The Wolverine

August 2021

The Wolverine: Covering University of Michigan Football and Sports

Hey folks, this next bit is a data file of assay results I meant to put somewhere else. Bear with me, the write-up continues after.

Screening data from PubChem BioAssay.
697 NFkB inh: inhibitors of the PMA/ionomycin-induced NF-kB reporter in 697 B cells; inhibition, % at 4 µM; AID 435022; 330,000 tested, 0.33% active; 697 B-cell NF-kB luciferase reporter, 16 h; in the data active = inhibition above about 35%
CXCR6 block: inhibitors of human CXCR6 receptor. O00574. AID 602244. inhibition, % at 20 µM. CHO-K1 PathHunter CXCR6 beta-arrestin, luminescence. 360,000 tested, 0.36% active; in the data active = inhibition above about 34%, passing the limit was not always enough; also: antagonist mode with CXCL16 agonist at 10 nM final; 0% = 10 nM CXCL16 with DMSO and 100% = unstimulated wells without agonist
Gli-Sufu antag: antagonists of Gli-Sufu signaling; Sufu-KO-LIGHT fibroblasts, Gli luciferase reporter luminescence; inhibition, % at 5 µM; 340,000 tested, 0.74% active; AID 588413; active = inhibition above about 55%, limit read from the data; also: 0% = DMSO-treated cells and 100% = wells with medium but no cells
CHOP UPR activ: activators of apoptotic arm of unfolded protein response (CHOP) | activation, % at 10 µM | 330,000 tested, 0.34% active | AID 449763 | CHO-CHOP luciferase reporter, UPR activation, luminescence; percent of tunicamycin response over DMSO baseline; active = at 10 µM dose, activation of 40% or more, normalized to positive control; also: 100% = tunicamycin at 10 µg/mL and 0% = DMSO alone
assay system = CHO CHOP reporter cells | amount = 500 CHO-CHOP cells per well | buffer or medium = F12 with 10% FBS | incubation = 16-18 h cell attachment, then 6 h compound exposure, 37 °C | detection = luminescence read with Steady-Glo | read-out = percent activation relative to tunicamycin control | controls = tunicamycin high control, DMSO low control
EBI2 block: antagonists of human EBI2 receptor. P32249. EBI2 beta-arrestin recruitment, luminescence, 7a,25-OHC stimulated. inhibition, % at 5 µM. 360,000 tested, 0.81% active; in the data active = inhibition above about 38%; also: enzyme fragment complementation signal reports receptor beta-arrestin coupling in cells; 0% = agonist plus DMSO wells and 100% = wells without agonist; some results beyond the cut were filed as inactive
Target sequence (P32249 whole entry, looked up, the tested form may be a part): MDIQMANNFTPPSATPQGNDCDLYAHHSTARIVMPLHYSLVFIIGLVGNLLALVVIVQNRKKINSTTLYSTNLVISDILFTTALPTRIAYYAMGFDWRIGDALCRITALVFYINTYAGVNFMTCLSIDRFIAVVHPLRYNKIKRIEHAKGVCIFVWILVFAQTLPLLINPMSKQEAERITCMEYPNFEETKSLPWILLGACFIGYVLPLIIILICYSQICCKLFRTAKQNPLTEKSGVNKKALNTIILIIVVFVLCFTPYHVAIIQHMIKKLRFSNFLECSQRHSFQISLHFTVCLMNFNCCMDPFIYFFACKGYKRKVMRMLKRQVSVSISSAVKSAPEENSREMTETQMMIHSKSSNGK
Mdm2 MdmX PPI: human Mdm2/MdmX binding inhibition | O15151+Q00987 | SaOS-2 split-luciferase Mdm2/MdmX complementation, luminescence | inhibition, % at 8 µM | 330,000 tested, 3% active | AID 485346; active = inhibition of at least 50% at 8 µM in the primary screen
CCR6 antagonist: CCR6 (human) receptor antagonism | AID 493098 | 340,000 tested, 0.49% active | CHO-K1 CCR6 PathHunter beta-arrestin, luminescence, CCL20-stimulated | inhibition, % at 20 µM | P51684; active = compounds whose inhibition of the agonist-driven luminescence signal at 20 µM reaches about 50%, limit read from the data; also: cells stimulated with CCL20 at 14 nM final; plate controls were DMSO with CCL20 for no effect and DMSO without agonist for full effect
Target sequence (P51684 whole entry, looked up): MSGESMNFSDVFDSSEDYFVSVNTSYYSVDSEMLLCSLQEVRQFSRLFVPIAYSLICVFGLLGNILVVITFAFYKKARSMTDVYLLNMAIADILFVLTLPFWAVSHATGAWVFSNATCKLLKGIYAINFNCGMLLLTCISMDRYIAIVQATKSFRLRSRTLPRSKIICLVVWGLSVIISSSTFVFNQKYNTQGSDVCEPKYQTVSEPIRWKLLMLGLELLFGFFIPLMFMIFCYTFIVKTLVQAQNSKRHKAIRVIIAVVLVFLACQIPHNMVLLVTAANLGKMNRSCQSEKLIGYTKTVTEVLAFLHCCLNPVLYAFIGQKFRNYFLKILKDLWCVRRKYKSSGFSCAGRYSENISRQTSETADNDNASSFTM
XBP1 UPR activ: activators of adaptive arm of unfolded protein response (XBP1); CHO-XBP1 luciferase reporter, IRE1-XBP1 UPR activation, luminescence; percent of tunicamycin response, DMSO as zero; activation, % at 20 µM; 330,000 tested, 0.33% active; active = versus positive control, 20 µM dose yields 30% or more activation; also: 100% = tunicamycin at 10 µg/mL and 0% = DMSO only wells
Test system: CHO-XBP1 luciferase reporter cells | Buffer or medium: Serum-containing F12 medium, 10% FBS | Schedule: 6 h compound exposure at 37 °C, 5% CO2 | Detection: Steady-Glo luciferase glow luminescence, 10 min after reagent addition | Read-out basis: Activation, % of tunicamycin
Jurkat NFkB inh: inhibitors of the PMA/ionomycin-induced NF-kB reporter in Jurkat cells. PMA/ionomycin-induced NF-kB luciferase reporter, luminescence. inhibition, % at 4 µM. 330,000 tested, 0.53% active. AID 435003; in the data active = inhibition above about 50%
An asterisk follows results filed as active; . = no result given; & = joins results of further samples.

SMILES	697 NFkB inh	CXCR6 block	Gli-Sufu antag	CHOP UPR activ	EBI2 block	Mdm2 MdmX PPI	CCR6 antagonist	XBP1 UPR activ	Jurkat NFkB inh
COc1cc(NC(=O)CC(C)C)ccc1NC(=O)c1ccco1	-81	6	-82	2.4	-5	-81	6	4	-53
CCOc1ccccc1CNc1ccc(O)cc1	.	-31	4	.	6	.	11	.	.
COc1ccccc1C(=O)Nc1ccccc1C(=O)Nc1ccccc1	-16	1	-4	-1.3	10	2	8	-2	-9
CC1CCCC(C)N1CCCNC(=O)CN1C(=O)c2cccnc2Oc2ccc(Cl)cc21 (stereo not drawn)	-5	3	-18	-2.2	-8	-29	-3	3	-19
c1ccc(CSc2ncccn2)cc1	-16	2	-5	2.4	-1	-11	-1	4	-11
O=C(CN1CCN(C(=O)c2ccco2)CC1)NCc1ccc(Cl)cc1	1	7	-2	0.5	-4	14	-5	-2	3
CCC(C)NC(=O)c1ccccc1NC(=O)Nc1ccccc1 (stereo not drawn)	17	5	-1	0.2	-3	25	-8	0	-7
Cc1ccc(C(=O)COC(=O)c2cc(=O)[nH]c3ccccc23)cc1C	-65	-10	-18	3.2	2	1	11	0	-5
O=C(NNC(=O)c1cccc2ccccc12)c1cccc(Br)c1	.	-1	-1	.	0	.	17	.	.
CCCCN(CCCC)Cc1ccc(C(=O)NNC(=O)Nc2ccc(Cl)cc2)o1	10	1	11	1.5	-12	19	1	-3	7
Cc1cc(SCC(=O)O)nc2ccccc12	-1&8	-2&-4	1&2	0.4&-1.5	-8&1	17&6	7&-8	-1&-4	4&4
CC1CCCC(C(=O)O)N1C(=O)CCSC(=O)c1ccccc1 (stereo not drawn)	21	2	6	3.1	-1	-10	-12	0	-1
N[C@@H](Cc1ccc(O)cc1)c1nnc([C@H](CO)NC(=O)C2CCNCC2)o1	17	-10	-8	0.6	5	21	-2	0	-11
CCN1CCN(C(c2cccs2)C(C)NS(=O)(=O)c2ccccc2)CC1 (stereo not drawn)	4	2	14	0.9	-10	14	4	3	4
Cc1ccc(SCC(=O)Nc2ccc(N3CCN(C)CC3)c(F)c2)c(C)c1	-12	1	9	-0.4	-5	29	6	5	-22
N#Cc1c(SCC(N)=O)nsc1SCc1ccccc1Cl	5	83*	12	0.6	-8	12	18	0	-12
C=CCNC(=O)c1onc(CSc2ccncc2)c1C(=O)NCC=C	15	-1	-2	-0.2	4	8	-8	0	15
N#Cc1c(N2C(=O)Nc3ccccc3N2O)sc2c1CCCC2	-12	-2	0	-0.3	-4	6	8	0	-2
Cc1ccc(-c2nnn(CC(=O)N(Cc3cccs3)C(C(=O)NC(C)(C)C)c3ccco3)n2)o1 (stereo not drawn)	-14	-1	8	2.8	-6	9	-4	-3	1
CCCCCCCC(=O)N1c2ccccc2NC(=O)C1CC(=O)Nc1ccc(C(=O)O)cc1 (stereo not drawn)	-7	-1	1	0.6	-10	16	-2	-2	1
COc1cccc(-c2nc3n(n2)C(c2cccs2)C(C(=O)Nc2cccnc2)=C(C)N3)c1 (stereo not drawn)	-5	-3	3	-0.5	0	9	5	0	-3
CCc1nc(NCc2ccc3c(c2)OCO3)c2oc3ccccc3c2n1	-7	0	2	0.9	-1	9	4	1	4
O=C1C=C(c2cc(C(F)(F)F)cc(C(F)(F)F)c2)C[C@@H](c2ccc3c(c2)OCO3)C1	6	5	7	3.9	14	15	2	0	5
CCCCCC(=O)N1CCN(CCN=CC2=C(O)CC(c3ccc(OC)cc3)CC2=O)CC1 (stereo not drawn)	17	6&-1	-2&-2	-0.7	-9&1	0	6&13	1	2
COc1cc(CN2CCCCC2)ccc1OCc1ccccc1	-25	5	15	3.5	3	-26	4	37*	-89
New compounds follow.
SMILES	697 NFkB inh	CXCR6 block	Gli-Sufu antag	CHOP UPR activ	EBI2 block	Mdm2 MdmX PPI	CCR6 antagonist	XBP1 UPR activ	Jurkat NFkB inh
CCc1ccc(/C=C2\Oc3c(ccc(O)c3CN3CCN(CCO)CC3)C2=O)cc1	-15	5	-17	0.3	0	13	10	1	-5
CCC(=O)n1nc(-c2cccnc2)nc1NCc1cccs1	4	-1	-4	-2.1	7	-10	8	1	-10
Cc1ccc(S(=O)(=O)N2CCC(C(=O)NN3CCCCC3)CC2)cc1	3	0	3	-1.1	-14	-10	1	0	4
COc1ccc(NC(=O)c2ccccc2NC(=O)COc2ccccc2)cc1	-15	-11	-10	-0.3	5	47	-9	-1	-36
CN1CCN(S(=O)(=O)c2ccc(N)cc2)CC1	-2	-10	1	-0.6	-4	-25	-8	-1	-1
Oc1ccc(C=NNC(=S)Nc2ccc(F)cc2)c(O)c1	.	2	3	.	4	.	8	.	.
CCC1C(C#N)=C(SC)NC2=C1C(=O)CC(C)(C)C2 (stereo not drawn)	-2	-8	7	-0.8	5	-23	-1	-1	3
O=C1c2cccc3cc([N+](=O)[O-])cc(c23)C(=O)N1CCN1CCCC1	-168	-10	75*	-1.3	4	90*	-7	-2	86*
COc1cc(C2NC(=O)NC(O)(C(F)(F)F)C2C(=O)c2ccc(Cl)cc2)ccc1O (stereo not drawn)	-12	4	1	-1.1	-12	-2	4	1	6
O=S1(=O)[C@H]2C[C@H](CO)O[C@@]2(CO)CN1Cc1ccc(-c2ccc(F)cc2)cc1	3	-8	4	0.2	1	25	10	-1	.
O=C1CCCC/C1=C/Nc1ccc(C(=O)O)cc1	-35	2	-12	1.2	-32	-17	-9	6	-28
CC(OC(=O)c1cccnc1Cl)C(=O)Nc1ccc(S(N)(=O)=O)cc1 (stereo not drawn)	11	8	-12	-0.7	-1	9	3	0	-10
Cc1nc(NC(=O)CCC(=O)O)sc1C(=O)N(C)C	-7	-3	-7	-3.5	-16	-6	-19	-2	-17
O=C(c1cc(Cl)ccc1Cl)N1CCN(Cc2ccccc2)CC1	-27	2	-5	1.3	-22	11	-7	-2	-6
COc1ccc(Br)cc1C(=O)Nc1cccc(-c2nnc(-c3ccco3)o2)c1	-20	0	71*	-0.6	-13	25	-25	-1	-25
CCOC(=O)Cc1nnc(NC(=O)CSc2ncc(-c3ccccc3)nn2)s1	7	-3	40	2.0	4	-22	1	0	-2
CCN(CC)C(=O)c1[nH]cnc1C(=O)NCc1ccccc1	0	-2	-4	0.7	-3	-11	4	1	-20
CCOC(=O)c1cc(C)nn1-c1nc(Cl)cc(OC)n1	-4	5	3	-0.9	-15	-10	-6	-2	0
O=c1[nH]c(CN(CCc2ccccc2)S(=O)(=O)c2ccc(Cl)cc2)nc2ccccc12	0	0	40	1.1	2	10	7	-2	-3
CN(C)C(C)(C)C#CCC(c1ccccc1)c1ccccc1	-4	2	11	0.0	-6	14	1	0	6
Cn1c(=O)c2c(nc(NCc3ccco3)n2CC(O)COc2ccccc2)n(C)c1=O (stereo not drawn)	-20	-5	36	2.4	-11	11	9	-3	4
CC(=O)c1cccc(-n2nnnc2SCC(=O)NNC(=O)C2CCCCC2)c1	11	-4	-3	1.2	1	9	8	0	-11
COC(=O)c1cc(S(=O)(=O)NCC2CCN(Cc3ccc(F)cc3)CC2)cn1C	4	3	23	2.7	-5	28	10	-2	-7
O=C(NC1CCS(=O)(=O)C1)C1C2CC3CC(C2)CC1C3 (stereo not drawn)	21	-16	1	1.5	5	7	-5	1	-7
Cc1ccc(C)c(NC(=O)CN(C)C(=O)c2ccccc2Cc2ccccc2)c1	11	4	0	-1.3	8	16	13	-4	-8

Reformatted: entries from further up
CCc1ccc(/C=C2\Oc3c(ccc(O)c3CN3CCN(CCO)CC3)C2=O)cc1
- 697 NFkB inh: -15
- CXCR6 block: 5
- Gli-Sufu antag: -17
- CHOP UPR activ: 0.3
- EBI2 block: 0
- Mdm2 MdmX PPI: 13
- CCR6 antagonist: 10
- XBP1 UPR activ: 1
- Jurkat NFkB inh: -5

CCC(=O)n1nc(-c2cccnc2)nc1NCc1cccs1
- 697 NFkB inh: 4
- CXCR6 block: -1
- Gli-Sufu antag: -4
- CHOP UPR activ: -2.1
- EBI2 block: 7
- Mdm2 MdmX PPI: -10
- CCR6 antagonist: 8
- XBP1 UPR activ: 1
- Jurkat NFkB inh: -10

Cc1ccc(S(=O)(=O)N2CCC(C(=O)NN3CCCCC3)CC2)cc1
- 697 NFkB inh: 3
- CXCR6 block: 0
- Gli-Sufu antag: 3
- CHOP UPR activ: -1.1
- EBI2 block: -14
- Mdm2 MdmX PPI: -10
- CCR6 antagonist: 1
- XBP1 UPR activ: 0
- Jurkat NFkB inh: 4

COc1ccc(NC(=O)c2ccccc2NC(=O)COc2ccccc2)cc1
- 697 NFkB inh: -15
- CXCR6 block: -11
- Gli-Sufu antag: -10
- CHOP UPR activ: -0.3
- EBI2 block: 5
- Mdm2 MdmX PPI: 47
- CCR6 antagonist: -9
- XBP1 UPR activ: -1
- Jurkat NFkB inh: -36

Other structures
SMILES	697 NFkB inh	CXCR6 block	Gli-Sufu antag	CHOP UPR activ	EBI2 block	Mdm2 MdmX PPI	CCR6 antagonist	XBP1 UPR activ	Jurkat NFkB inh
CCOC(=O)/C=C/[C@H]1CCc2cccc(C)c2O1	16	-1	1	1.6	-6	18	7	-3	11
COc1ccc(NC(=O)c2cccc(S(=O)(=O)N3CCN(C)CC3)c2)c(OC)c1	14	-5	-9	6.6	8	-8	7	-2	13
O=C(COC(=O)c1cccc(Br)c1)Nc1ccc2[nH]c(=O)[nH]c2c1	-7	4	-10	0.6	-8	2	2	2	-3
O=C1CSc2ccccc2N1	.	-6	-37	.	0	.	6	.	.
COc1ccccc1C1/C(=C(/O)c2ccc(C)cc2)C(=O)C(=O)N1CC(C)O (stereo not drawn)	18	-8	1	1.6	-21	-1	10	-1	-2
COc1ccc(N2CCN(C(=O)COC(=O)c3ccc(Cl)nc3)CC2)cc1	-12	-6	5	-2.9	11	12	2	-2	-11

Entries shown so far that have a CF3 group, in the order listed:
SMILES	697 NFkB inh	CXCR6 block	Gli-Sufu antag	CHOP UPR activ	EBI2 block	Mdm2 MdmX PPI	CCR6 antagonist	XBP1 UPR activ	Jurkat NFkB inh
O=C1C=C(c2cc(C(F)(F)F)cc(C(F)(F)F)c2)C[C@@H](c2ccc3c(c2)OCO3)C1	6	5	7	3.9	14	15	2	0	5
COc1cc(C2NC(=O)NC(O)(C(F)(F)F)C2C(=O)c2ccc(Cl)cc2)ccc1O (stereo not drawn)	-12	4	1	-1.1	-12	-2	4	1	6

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38 THE WOLVERINE AUGUST 2021 BY CHRIS BALAS A yden Owens would prob- ably have excelled in any sport he played — did, in fact, while growing up in Wexford, Pa., just outside of Pitts- burgh — but there was one thing in particular that drove him to track and field and the decathlon/heptathlon. "I was just super athletic when I was young, and I was wild," he recalled with a laugh. "I didn't get along with team sports really well; I played foot- ball and basketball, but I just didn't like depending on other people. "I'd rather depend on myself than have others affect my success; have it be all on me." That was his take as an 11-year-old who seemed to already know what he wanted … and, boy, was he right. The gifted athlete admitted it probably sounded selfish, but even then he had a plan, and he's followed through to become one of the best decathletes in the world. He has represented Michigan well after transferring from USC and dominating competition this spring, and his best is yet to come. Owens is The Wolverine's Male Ath- lete of the Year after he earned first- team All-America honors in the out- door decathlon and indoor heptathlon, placing second and third nationally, respectively. He was a Big Ten cham- pion (decathlon), is the school record holder in the both (8,238 points, de- cathlon; 5,995 points, heptathlon) and was named the Big Ten Field Athlete of the Year, just the second Wolverine to earn that honor for outdoor track. "I excelled in all sports and was so good at all different things growing up that I couldn't pick just one," he said. "I always wanted to say, 'I'm faster than you, can jump farther than you, this and that.' I loved that I could prove it in track and field, so I got good at all the events." To the point that he was on the verge of making the Olympic Games, where he would have represented Puerto Rico in Tokyo. Life isn't always fair, though, and many would say the qual- ifying system for the decathlon cer- tainly isn't. Owens entered the NCAA East Preliminaries this spring as the fifth-best decathlete in the world, com- ing off his historic 8,238-point score at the Big Ten Championships that smashed program and Big Ten records. In addition to scoring the fifth- highest total in the world for 2021, he was No. 2 among NCAA decathletes. For some reason, however, the selection criteria were altered a few years ago to add weight to what committee members deemed more important events. Though there's no difference in what the athletes were accomplishing, bonus points were awarded for meets that meant more in a selection group's eyes, and many of those events were held overseas. There were two ways to qualify — meet the Olympic standard of 8,450, which automatically gets you in (16 athletes did), or rack up enough points through the world ranking system to claim one of the other eight spots through the subjective system. MEN'S ATHLETE OF THE YEAR AYDEN OWENS MAN OF MANY TALENTS Multi-Event Track Star Ayden Owens Accomplished A Lot This Year, But The Best Is Yet To Come At the NCAA Championships this year, Owens placed second in the decathlon (outdoor) and third in the heptathlon (indoor). PHOTO BY JUSTIN TAFOYA/NCAA PHOTOS VIA GETTY IMAGES

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